It is hard to believe that less than three months ago, as he posted interim results, ScS chairman Mike Browne was “confident of a profitable second half”.

He did warn that ScS’s management were “under no illusions about the challenging conditions prevailing in our market”. But the challenge has turned out to be the sort faced by a hedgehog as an HGV bears down at 70mph.

Like-for-likes have been in freefall and ScS is in talks over additional working capital after last week’s withdrawal of credit insurance cover for suppliers (analysis on page 16). Rival Land of Leather, in a similarly parlous state, was expected to reveal new fundraising as Retail Week went to press.

The Land of Leather proposals being worked on already had the backing of shareholders speaking for more than 50 per cent of shares and the mood in the City was more positive – although hardly euphoric – towards it than to ScS.

Among the problems ScS faces is that it has few assets to borrow against, which may make new financing more difficult to pull off than for Land of Leather – not just from conventional sources, but from the new breed of alternative providers such as asset-based lenders.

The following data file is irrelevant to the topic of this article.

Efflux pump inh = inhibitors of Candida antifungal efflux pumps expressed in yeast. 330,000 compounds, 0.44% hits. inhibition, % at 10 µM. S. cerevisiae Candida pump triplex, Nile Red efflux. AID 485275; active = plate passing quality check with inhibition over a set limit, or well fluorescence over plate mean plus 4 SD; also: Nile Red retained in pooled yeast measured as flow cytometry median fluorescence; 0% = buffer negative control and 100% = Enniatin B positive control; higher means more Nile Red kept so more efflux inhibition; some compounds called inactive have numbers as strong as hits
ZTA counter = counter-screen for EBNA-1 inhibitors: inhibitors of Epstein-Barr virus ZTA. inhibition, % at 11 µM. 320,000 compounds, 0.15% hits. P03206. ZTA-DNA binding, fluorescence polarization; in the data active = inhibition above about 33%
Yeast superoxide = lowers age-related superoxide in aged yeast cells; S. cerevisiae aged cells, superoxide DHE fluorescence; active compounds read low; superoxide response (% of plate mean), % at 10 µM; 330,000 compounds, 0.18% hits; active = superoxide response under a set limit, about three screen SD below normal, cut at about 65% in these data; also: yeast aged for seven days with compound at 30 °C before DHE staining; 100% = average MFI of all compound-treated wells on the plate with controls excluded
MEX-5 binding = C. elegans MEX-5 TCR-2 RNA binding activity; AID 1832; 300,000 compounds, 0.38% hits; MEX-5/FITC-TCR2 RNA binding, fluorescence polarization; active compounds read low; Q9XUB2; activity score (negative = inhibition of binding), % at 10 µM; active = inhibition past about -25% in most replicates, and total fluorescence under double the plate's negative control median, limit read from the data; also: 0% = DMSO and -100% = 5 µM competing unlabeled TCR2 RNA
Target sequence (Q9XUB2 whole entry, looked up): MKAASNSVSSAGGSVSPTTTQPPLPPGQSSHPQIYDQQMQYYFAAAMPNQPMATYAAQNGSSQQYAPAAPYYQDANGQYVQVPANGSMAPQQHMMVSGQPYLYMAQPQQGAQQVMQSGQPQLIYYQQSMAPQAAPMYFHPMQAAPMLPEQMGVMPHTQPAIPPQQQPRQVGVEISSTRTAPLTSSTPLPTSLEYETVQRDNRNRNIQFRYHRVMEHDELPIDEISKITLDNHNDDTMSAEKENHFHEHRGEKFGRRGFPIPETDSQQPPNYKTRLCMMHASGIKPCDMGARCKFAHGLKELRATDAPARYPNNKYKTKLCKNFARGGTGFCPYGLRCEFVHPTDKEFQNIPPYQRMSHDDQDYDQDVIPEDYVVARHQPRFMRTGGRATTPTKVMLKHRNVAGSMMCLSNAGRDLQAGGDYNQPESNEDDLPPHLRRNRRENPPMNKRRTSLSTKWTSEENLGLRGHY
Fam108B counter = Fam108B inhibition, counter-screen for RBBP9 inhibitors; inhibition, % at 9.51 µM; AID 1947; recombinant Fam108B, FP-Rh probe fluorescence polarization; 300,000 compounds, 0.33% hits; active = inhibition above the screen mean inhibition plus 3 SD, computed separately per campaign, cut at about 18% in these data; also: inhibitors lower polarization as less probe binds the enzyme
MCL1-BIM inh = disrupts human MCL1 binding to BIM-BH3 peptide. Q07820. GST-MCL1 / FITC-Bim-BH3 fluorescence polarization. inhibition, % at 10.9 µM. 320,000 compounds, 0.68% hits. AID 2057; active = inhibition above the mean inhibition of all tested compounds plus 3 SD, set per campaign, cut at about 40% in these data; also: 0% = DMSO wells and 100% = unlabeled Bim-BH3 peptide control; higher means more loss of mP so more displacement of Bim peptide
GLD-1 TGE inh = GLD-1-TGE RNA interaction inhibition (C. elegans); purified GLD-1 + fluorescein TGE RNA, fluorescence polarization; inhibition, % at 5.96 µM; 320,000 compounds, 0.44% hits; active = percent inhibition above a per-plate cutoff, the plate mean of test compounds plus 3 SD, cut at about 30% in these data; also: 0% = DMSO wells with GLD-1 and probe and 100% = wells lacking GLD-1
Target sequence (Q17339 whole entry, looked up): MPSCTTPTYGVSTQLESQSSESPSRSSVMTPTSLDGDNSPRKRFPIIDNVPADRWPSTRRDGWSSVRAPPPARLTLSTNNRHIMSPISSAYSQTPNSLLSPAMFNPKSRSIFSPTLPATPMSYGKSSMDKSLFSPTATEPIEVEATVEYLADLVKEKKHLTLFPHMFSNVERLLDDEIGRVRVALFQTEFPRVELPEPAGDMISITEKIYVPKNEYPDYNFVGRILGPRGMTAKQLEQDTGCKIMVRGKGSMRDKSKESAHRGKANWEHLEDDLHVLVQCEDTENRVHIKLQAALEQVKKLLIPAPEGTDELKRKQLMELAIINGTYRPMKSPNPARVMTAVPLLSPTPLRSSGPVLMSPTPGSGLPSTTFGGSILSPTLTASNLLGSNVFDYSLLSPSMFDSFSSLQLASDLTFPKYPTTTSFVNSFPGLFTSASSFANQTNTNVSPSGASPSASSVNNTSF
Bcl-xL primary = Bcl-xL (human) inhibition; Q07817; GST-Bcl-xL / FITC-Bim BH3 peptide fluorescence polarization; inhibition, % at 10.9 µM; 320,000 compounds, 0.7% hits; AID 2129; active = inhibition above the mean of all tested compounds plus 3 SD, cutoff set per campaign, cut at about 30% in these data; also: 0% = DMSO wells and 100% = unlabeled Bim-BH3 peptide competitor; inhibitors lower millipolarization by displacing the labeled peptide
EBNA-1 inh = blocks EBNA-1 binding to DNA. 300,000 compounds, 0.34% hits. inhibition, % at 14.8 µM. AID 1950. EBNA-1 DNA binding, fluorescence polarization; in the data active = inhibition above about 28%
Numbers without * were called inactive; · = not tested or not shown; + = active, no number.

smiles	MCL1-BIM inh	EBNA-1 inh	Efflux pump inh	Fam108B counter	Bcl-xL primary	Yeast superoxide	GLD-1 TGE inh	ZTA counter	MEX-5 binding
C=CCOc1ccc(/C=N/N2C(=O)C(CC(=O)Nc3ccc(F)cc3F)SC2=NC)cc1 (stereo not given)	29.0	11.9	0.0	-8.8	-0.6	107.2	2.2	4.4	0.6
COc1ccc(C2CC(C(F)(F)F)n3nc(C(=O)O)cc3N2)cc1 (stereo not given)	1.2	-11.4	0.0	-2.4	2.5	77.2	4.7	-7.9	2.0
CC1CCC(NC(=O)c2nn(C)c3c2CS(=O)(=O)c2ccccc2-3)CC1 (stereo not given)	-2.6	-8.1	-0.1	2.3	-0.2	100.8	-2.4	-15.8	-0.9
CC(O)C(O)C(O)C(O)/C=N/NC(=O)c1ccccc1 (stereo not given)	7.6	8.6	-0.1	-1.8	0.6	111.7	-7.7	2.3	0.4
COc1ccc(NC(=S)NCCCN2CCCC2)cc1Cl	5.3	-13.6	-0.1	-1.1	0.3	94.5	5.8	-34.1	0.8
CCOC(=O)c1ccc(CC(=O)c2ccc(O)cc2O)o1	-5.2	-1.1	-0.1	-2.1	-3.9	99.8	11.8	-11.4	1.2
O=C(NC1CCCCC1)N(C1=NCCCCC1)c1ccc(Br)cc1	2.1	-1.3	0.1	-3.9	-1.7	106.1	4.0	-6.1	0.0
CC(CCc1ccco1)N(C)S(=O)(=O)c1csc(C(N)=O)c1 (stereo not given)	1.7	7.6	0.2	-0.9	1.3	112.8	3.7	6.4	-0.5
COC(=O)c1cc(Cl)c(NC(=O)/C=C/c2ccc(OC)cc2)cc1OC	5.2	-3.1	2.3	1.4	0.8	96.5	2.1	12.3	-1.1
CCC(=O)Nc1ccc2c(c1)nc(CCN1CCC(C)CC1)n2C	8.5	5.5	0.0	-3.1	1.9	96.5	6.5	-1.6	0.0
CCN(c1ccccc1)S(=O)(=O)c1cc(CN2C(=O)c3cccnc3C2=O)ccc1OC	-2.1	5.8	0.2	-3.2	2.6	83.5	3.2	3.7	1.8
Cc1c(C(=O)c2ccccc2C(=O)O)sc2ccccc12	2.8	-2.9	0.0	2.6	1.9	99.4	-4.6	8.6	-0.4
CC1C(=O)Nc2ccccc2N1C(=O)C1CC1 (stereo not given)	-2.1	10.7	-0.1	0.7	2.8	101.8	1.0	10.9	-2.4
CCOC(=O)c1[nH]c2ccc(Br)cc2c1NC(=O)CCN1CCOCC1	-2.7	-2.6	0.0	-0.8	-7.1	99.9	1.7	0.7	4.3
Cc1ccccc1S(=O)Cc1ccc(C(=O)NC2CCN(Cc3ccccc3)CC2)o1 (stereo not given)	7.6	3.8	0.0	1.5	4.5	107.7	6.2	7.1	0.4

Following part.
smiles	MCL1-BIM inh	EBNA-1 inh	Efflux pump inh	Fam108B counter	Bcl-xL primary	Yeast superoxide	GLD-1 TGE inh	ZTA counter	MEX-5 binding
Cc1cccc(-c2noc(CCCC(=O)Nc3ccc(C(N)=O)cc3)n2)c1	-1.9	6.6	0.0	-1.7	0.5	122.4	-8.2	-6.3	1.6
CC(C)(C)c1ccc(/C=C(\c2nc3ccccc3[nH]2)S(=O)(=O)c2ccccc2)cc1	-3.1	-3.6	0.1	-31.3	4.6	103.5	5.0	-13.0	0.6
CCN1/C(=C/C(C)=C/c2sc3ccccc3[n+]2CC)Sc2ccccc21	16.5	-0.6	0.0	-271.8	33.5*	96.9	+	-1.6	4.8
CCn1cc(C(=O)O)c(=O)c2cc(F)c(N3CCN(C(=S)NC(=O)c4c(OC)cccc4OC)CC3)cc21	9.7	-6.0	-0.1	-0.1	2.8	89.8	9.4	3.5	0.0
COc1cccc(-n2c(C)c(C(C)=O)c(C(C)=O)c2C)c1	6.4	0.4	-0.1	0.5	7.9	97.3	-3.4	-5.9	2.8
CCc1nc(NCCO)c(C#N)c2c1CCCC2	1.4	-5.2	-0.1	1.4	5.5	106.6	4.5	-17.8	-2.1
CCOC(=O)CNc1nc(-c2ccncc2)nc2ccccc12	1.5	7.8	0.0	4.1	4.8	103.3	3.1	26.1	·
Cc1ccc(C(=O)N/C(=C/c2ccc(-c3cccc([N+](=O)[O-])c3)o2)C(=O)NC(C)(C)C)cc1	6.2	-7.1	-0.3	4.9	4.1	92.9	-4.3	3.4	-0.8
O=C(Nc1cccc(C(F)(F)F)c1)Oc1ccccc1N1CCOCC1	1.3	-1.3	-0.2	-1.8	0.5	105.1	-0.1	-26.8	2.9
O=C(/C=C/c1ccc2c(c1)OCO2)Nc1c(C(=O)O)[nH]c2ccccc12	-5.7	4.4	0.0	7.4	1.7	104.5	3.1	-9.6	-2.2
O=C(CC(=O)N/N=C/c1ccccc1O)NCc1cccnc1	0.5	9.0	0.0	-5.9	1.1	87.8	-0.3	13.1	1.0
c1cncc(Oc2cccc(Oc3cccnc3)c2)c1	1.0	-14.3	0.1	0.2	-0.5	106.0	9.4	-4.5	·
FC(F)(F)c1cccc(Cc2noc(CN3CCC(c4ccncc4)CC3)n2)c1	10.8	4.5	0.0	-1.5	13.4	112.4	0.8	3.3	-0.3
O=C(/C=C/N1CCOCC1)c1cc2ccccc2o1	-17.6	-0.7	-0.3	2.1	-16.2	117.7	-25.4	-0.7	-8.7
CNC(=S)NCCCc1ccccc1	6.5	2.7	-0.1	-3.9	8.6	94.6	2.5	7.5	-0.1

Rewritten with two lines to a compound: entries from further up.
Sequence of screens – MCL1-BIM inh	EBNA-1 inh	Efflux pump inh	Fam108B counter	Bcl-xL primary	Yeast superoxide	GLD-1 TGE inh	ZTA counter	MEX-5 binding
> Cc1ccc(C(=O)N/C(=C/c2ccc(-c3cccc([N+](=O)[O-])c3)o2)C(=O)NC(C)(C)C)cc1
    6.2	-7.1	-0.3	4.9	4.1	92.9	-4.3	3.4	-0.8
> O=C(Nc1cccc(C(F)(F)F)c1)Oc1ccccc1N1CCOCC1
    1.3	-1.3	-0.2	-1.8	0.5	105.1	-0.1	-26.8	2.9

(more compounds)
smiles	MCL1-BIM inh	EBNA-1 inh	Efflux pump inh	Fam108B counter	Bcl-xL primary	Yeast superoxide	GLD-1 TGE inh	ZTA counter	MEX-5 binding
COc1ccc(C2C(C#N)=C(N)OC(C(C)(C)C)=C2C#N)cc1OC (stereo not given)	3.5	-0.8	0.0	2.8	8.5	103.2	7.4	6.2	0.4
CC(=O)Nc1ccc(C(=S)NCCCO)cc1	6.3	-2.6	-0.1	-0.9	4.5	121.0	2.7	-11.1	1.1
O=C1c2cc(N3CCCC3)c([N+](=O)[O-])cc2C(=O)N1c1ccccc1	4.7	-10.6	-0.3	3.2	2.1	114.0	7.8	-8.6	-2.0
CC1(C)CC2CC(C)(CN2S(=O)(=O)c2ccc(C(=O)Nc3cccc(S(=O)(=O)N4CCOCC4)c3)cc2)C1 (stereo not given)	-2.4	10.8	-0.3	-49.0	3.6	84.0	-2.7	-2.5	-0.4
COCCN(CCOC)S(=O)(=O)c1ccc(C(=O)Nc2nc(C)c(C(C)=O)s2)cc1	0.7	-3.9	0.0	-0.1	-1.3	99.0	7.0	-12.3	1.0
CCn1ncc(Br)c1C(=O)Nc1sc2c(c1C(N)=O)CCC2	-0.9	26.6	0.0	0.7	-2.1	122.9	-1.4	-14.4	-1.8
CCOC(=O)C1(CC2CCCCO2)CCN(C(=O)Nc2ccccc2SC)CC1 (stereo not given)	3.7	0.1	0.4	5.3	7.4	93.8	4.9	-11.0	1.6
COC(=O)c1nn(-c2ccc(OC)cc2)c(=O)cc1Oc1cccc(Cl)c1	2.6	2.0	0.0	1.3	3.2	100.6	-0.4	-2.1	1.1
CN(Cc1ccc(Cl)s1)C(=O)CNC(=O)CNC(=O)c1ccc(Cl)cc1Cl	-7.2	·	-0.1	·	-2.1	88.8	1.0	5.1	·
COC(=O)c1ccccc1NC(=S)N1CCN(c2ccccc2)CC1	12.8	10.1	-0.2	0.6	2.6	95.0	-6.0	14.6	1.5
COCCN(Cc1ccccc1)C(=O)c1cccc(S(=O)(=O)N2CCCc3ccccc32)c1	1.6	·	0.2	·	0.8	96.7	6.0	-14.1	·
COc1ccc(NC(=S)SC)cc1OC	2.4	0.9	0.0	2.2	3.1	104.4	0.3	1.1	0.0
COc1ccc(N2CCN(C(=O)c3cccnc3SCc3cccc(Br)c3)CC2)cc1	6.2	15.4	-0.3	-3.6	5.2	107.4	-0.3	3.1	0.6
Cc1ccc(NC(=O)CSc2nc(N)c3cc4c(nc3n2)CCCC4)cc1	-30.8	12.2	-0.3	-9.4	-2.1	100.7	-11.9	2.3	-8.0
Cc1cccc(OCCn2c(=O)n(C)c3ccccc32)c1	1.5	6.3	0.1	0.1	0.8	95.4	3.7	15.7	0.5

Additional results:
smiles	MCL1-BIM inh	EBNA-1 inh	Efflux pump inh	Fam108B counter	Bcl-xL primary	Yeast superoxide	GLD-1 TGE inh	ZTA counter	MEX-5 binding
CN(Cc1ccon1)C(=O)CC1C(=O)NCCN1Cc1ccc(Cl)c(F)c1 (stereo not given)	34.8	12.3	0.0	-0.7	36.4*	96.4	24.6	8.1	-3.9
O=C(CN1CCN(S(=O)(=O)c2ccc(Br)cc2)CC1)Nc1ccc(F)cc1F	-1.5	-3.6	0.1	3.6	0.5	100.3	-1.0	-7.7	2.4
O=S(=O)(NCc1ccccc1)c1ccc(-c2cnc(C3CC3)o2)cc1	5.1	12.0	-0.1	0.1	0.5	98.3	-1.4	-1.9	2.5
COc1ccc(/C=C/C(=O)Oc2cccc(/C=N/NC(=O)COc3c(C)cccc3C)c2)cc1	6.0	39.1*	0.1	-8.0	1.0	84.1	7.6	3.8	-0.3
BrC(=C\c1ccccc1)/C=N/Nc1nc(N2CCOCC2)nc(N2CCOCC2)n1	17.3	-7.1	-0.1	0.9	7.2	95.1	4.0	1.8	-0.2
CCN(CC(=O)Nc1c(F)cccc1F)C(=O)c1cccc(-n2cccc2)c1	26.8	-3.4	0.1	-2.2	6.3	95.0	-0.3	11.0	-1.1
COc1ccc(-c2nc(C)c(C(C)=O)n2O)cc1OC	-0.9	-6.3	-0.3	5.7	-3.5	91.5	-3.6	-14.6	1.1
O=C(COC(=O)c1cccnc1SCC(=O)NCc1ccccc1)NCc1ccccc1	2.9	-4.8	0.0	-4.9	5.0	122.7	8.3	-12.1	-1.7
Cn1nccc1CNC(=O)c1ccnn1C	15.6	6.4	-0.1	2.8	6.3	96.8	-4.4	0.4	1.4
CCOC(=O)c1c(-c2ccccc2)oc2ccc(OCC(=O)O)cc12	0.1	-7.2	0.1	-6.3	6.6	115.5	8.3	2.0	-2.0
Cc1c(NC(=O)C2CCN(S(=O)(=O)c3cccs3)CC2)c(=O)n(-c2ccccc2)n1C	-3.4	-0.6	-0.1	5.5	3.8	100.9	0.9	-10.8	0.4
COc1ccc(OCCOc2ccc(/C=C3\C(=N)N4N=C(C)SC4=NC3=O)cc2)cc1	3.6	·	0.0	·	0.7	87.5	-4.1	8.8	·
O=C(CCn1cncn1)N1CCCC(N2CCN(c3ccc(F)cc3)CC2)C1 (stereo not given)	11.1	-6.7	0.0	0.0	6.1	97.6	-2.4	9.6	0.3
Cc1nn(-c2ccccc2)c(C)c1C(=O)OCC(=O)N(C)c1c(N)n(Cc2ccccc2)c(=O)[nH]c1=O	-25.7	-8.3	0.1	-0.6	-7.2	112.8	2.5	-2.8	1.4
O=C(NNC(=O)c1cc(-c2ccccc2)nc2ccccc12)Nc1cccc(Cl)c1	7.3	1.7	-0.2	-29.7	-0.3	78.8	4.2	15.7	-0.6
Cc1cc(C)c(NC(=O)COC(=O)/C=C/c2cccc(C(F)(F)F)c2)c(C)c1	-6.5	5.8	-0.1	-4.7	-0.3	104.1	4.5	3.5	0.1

But there’s an interesting connection between ScS and Land of Leather that could be pivotal. The link is Nicholas Berry’s Stancroft Trust. The investor has built a 15 per cent stake in Land of Leather and controls 9 per cent of ScS. So far, it has remained silent on its rationale. The City whisper, however, is that Stancroft has previously had a stab at a deal involving the two sagging sofa firms, but was rebuffed.

Whatever the way forward for ScS and Land of Leather, the suspicion must be that Stancroft may be at the heart of it – whether it’s quids in or takes a bath.

Cause and effect

Retail’s fall from favour with investors continues to be mirrored within the broking firms that follow the sector. We reported a few months back on changes to the teams at Merrill Lynch and others. Now Panmure Gordon has become the latest to scale back.

Veteran sector watcher Christian Koefoed-Nielsen and the broker have mutually agreed to go their separate ways – partly, it is understood, reflecting lacklustre investor interest in stores at the moment. Koefoed-Nielsen’s colleague, the forthright Philip Dorgan, will now provide all retail coverage.

George MacDonald is deputy editor of Retail Week

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